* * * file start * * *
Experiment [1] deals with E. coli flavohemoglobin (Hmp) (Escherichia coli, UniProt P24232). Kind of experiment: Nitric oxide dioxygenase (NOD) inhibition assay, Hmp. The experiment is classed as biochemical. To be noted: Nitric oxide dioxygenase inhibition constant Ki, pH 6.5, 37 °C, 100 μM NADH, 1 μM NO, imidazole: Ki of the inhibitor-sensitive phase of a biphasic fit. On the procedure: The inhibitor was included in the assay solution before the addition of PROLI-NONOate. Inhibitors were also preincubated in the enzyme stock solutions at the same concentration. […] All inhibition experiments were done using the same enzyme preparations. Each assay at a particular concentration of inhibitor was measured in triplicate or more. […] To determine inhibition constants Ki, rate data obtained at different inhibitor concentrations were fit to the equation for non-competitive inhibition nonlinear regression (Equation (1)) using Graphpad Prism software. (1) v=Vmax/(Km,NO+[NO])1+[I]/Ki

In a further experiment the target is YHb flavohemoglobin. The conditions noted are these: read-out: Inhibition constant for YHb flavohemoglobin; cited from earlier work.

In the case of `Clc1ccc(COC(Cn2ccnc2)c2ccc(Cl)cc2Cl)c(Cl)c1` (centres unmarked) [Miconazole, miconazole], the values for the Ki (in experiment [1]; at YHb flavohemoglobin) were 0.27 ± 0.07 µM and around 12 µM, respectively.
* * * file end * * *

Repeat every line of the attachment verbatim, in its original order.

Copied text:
Experiment [1] deals with E. coli flavohemoglobin (Hmp) (Escherichia coli, UniProt P24232). Kind of experiment: Nitric oxide dioxygenase (NOD) inhibition assay, Hmp. The experiment is classed as biochemical. To be noted: Nitric oxide dioxygenase inhibition constant Ki, pH 6.5, 37 °C, 100 μM NADH, 1 μM NO, imidazole: Ki of the inhibitor-sensitive phase of a biphasic fit. On the procedure: The inhibitor was included in the assay solution before the addition of PROLI-NONOate. Inhibitors were also preincubated in the enzyme stock solutions at the same concentration. […] All inhibition experiments were done using the same enzyme preparations. Each assay at a particular concentration of inhibitor was measured in triplicate or more. […] To determine inhibition constants Ki, rate data obtained at different inhibitor concentrations were fit to the equation for non-competitive inhibition nonlinear regression (Equation (1)) using Graphpad Prism software. (1) v=Vmax/(Km,NO+[NO])1+[I]/Ki

In a further experiment the target is YHb flavohemoglobin. The conditions noted are these: read-out: Inhibition constant for YHb flavohemoglobin; cited from earlier work.

In the case of `Clc1ccc(COC(Cn2ccnc2)c2ccc(Cl)cc2Cl)c(Cl)c1` (centres unmarked) [Miconazole, miconazole], the values for the Ki (in experiment [1]; at YHb flavohemoglobin) were 0.27 ± 0.07 µM and around 12 µM, respectively.